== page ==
World Civilization 2

Movie Review by different authors;


Damiana Kryygi – The Story of an Aché Girl

In the dense Paraguayan jungle of 1896, a three year-old girl survives the massacre of her Ache family by white settlers. The captive girl is baptized Damiana and becomes an object of scientific interest. Her body is photographed and measured as part of racial studies conducted by Argentine and German anthropologists, and this continues even after her untimely death at the age of 14.

One hundred years later Damiana’s people, the Ache, recover her remains, scattered between Argentina’s La Plata Museum and a hospital in Berlin. They give her a traditional burial in their ancestral homeland. For the Ache people of today, Damiana Kryygi has become the embodiment of hope and a symbol of unity in the struggle to recover their lands.


The story of the Aché people, an indigenous South American hunter-gatherer tribe, is a tragic one. From the first European contact in the 17th century to the present day, these Paraguayan forest dwellers have seen their lands appropriated, their culture destroyed, and their people enslaved and forced onto reservations. The life and death of Damiana, a young Guayakí who died of tuberculosis in 1907, illustrates this history in graphic detail.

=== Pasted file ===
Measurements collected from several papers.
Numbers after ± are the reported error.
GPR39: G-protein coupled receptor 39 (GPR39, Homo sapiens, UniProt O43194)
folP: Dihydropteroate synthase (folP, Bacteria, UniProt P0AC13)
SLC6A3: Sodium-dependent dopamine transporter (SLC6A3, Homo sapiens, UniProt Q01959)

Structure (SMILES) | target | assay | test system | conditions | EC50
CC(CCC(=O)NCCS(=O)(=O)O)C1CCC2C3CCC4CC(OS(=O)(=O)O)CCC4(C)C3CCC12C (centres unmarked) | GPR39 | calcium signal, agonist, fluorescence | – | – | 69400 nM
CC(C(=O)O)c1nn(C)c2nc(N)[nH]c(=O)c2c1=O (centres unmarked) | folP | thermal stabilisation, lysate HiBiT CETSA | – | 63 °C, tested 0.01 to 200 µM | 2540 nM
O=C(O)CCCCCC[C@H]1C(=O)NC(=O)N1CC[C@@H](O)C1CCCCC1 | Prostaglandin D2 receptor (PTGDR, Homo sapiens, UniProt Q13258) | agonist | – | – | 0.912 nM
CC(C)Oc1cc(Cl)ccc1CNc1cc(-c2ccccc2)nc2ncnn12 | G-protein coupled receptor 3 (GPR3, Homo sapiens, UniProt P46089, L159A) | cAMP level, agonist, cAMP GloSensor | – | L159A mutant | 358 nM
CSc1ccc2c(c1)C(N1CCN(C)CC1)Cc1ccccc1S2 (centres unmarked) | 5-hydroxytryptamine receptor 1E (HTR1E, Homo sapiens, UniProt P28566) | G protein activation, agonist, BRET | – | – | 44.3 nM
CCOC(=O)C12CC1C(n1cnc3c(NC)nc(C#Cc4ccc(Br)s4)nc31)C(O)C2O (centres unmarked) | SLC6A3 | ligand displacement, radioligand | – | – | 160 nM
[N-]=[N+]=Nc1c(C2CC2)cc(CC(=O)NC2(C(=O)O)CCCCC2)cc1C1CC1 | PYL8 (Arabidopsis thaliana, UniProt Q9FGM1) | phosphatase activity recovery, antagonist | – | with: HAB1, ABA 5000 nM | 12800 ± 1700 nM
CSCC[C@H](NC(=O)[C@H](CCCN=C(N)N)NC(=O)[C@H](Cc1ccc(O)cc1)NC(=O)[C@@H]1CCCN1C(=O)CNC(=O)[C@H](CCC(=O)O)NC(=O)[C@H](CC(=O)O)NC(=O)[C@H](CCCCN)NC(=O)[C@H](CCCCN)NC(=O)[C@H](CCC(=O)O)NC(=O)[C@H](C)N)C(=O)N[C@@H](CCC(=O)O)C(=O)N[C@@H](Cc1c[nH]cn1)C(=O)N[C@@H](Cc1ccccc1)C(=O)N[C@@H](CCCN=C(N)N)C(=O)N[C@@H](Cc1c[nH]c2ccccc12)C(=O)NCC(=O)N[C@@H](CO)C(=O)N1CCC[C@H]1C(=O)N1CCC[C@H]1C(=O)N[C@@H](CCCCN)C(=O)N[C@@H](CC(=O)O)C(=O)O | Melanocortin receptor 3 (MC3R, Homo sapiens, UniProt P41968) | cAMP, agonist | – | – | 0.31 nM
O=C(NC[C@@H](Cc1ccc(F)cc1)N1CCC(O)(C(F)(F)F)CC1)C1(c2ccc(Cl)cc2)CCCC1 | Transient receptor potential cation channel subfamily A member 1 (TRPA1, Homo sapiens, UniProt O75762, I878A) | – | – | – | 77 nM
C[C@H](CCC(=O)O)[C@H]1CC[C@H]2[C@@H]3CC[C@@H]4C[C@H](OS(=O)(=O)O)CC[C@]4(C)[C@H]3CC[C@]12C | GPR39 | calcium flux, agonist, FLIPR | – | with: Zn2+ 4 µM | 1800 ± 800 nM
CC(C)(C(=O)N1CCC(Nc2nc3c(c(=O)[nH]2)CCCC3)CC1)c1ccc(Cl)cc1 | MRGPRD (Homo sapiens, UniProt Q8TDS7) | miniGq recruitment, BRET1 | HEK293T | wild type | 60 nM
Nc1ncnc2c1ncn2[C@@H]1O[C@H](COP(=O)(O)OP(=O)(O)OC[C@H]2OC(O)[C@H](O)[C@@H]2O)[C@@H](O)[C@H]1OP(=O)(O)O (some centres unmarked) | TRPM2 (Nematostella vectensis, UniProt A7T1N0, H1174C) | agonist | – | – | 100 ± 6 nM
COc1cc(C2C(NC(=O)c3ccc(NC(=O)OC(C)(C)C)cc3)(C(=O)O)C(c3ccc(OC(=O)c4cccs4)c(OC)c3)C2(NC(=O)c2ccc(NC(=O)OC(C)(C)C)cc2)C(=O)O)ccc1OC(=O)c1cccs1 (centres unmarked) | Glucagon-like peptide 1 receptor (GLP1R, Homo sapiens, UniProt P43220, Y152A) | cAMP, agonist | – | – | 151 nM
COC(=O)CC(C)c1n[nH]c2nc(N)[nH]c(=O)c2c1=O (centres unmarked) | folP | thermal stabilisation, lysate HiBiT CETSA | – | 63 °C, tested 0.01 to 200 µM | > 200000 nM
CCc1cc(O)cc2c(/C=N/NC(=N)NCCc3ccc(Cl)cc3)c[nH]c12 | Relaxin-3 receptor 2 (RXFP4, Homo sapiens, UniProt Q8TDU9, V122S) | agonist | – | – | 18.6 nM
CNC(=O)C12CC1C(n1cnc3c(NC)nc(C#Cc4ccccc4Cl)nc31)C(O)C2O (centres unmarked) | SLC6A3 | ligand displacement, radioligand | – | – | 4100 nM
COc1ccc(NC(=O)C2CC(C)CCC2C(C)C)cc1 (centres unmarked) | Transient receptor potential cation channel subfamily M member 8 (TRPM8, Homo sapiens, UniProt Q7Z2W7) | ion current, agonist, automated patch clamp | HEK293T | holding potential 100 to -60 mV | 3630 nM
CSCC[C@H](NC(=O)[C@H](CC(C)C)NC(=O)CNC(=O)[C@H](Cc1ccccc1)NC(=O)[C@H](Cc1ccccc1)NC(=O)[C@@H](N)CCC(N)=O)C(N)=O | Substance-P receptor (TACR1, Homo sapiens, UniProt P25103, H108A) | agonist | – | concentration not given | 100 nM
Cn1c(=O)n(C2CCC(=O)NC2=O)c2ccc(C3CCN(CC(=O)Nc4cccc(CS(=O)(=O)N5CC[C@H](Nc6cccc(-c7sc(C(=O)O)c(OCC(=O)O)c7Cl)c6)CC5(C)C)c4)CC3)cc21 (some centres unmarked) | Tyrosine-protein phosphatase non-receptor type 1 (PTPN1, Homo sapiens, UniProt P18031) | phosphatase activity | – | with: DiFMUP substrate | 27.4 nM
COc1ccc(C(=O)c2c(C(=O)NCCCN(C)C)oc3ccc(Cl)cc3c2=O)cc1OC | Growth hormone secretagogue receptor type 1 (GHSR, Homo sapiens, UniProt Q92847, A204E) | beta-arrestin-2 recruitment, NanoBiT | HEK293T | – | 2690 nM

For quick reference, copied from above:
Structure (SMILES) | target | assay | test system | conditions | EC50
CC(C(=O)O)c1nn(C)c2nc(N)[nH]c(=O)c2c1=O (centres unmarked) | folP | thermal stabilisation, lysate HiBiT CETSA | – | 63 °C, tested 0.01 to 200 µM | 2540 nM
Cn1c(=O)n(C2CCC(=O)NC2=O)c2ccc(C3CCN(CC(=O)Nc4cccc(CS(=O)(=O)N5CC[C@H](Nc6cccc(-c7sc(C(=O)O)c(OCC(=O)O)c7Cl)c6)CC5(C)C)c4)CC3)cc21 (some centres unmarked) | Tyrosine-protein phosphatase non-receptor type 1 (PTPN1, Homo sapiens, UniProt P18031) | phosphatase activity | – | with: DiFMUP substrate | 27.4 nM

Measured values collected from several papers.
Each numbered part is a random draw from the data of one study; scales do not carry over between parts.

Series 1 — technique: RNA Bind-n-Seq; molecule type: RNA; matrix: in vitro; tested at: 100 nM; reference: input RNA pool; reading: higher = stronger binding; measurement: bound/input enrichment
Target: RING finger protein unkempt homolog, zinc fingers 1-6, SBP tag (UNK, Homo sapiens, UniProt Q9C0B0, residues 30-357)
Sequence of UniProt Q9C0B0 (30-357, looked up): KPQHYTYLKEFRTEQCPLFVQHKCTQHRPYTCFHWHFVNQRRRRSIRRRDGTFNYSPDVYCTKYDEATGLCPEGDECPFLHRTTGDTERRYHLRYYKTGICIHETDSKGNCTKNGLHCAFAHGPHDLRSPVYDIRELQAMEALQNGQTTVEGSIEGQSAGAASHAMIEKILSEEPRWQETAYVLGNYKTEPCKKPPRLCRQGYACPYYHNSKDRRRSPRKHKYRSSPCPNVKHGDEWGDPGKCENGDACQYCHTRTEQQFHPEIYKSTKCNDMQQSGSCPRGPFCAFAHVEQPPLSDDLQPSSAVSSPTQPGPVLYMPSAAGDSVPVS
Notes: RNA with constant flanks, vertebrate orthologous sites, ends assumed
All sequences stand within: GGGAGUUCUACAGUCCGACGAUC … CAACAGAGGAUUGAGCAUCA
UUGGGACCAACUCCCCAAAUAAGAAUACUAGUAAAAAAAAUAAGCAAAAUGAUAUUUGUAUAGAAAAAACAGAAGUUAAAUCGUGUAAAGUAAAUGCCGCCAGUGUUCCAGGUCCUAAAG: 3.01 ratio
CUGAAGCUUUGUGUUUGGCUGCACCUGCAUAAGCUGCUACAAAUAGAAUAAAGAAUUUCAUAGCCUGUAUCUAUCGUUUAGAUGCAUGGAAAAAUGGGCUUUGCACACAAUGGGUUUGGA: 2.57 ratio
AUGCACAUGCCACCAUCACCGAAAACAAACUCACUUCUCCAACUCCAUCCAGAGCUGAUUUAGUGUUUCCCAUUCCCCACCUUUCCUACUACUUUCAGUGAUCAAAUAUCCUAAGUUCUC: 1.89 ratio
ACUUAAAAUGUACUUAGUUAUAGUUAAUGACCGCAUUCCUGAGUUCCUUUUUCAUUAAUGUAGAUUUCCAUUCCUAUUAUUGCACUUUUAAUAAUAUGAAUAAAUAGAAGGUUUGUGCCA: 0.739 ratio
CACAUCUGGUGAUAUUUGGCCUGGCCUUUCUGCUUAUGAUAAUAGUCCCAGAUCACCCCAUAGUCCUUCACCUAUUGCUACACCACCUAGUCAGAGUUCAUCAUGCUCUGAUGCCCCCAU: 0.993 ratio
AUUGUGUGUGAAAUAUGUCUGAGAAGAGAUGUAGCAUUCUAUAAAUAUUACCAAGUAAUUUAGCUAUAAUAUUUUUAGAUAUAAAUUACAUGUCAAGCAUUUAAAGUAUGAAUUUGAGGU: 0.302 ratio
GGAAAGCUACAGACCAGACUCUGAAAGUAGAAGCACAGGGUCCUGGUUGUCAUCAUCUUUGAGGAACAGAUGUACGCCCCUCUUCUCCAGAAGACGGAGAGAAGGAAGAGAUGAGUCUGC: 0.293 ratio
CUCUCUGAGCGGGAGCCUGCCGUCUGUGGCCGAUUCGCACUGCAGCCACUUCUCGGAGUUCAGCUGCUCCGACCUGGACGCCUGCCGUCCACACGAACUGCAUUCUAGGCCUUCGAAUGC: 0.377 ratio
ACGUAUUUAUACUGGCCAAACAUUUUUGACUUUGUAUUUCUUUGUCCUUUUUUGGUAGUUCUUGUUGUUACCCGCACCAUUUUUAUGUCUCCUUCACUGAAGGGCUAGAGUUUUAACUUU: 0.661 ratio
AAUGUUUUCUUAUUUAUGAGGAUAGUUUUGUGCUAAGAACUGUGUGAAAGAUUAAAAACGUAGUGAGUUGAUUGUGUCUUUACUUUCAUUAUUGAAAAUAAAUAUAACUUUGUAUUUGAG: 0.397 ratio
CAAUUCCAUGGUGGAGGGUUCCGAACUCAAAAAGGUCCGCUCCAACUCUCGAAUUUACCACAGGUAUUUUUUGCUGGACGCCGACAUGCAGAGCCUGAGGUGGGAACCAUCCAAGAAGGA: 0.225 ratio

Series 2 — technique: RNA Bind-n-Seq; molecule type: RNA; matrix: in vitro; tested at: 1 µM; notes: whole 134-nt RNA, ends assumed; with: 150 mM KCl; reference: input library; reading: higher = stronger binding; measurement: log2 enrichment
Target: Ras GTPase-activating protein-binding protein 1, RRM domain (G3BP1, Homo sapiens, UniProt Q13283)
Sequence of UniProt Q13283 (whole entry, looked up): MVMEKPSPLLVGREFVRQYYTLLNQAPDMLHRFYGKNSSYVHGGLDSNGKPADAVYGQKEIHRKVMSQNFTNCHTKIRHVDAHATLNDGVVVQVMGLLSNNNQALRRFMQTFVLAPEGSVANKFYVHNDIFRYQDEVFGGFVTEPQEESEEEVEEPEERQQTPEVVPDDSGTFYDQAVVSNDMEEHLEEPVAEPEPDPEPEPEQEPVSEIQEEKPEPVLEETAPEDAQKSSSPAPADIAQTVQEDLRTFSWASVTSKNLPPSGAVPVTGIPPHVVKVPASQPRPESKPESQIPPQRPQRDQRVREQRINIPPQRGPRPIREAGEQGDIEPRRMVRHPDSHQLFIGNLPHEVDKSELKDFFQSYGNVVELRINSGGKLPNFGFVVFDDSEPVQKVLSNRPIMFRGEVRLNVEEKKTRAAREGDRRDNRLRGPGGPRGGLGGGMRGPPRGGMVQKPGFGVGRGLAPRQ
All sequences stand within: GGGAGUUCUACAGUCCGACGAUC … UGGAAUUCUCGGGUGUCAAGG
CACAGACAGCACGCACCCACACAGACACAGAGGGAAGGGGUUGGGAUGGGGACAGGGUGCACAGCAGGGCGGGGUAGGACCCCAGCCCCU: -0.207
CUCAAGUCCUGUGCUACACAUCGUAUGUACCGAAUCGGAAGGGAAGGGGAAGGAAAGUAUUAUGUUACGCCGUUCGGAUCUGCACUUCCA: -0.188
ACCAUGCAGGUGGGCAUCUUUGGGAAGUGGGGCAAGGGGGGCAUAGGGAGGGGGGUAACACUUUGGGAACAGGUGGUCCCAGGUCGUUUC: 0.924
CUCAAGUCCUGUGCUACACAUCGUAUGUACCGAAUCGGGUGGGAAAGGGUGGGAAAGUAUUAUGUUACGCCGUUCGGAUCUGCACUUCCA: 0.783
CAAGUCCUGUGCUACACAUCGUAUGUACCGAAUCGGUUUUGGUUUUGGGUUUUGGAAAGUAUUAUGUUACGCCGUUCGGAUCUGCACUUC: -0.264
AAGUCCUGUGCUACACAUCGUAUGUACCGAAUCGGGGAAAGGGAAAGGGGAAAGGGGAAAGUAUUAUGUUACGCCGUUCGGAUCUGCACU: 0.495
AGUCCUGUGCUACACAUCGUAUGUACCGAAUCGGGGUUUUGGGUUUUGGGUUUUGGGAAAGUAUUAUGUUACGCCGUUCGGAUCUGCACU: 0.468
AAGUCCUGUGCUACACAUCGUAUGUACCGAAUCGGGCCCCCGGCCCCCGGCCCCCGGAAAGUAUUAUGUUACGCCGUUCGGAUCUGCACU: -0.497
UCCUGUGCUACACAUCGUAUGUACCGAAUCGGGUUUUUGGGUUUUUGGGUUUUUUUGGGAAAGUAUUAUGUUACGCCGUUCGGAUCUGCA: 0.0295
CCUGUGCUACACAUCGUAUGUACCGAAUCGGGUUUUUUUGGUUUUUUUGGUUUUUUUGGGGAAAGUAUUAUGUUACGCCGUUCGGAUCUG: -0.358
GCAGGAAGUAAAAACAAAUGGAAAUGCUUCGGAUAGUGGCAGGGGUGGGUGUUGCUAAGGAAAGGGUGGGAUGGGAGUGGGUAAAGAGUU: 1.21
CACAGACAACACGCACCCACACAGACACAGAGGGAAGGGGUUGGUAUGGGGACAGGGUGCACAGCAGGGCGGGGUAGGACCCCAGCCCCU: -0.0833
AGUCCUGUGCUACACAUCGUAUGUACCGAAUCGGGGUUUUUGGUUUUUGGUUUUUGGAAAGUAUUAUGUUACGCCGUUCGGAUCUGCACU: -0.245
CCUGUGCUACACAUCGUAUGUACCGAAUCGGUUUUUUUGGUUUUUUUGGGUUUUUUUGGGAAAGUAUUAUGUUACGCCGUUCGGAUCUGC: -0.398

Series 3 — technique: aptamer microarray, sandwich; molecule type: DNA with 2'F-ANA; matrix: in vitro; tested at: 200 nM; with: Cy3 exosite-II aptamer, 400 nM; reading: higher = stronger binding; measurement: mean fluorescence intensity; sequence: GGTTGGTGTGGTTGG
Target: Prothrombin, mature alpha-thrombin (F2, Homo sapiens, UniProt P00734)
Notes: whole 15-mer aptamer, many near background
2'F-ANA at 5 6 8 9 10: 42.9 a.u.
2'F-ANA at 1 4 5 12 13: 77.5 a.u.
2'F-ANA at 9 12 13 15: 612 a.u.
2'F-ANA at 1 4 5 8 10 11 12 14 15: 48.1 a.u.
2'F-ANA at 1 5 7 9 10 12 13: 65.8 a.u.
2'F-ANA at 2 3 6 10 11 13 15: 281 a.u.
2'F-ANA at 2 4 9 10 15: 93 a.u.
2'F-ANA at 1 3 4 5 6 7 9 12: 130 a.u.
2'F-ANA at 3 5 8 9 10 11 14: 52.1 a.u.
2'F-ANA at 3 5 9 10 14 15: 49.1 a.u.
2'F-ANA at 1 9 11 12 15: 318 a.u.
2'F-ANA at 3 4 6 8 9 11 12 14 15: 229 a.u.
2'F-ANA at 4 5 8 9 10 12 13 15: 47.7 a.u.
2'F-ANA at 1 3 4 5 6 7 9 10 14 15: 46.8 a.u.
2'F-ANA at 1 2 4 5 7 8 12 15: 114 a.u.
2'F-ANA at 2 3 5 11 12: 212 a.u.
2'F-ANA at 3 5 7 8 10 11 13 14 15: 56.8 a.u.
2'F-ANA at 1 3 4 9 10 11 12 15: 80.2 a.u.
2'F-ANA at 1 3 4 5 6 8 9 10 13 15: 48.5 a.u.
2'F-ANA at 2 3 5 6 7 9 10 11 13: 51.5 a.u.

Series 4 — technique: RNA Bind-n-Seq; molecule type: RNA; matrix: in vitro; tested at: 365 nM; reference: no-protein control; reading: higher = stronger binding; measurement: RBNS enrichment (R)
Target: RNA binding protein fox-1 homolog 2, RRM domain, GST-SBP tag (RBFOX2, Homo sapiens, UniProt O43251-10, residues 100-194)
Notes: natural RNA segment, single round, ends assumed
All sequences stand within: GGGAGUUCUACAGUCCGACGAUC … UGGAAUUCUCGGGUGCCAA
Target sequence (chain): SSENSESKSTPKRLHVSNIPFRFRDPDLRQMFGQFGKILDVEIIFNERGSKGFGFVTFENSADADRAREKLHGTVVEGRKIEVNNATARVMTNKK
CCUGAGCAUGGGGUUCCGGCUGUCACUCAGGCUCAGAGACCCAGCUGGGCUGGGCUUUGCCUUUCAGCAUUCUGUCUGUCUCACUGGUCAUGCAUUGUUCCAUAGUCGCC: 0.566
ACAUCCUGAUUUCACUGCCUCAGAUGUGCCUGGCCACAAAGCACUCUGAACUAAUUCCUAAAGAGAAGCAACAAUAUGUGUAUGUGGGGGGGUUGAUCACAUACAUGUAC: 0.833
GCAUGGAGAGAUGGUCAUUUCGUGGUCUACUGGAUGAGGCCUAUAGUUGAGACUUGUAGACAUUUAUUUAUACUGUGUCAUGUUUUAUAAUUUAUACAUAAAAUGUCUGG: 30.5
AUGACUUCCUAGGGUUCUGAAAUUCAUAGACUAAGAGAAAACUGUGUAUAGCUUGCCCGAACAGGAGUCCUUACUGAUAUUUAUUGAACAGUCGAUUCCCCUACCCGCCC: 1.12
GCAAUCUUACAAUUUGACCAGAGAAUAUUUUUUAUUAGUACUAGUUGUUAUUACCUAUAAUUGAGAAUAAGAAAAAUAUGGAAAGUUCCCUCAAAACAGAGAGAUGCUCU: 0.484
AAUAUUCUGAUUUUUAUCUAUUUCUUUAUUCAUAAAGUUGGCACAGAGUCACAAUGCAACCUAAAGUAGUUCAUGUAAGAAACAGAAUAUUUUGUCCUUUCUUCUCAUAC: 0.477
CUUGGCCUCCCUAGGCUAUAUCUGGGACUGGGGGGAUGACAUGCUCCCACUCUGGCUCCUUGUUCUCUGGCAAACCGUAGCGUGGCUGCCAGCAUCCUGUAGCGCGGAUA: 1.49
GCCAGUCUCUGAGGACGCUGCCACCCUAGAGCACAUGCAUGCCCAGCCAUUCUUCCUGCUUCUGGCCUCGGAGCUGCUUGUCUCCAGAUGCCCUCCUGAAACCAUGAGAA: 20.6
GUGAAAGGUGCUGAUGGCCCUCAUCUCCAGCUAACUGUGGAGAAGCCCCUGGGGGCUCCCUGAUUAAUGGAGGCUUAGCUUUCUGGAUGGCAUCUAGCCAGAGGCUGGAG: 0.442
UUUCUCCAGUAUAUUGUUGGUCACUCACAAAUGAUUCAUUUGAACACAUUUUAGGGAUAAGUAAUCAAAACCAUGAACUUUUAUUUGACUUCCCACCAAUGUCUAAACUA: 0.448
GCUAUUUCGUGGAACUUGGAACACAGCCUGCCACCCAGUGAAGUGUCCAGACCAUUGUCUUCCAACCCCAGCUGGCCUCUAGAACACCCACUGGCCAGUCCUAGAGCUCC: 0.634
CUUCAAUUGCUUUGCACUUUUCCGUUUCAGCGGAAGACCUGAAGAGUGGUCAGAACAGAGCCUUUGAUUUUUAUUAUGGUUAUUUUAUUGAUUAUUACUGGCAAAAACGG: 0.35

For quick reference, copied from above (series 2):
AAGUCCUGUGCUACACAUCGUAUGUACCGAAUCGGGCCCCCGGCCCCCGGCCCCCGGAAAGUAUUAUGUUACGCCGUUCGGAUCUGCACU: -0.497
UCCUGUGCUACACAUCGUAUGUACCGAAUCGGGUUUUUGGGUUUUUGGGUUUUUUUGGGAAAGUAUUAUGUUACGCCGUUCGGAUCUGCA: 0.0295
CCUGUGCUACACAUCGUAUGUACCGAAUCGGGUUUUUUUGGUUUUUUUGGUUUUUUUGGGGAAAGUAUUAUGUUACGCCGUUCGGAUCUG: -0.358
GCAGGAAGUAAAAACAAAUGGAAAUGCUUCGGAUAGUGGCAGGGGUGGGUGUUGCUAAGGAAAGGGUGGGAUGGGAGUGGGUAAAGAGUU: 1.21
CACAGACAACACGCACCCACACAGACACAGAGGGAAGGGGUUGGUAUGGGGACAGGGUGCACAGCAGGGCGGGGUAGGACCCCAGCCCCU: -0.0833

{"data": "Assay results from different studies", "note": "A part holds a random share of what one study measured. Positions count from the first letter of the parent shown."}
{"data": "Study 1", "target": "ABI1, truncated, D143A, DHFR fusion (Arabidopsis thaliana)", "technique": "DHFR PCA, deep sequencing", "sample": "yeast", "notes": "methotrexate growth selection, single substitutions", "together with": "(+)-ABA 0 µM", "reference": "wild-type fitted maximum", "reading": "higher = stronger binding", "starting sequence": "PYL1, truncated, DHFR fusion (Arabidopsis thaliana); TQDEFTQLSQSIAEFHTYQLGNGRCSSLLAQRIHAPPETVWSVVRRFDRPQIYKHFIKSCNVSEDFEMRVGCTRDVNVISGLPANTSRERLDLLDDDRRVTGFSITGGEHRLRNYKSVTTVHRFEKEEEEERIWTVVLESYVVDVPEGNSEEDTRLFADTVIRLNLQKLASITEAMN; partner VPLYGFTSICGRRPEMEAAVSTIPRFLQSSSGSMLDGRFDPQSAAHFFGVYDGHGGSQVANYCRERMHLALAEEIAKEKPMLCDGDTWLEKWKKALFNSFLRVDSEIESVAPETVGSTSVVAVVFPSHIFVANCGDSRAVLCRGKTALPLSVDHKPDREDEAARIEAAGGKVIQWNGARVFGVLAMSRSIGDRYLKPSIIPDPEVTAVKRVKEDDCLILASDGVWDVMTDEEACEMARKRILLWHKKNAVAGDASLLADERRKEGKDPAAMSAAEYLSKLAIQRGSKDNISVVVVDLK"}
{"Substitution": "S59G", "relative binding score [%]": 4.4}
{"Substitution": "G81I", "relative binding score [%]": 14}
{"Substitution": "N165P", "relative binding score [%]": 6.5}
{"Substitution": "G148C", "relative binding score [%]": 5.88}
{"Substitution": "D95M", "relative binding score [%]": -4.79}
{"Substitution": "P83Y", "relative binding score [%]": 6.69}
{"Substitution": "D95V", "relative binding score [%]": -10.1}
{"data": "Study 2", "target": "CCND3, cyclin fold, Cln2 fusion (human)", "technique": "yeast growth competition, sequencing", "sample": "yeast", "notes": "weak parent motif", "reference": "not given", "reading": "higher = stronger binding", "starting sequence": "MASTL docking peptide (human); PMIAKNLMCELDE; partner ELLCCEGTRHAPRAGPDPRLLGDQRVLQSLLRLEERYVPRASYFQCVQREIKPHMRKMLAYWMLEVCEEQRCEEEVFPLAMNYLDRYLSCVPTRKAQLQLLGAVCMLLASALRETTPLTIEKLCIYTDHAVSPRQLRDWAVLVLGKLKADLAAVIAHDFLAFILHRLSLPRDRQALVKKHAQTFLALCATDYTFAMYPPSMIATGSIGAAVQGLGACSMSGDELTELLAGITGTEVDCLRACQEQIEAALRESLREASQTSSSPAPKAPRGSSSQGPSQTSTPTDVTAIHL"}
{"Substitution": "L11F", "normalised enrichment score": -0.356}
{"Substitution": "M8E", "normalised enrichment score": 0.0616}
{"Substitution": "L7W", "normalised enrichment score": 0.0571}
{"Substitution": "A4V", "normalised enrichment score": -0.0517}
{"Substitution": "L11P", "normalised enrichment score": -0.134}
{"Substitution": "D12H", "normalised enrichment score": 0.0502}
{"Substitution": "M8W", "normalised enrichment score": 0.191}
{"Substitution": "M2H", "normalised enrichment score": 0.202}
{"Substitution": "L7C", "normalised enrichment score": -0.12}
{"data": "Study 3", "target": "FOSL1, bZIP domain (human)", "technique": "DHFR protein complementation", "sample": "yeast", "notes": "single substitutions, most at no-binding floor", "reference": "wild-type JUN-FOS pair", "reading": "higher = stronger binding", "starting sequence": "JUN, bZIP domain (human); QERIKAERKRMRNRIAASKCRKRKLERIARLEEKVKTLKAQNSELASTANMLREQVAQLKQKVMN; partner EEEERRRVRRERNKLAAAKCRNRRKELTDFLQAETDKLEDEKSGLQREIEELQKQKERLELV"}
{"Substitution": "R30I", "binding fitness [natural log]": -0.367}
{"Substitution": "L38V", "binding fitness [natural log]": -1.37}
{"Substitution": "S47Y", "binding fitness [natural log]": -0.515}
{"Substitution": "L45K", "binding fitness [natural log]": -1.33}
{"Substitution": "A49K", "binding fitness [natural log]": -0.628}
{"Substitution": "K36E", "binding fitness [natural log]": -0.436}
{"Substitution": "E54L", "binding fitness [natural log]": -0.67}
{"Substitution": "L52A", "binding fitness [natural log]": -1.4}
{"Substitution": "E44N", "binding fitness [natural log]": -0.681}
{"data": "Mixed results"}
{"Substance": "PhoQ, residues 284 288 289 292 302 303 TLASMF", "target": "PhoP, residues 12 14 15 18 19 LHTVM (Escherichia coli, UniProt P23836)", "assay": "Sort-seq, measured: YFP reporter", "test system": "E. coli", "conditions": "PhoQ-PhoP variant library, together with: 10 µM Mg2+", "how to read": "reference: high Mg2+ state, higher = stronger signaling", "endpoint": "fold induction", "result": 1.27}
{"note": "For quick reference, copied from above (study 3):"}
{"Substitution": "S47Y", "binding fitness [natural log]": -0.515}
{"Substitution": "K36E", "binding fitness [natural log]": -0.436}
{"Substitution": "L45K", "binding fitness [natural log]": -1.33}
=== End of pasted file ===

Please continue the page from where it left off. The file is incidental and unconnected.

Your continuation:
Captured as an infant by white settlers and forced into servitude, Damiana was later handed over to German anthropologists for examination and study. On her death at 14 years of age, her corpse was broken apart, with body parts sent to Argentina’s La Plata Natural History Museum and her skull sent to Berlin for further scientific study. It was only in 2012 that Damiana’s remains were returned to her land and people, where she was finally buried following traditional customs and rituals.

Director Moujan tells this heart-wrenching story with compassion and respect for both Damiana and the Aché. The film moves seamlessly between the past and present using archival images, among them two ghostly photographs of Damiana months before her death, and narration by those who worked to bring her home. The layered result is a condemnation not only colonialism but more importantly of science that ignores humanity. Although difficult to watch, the film is recommended.

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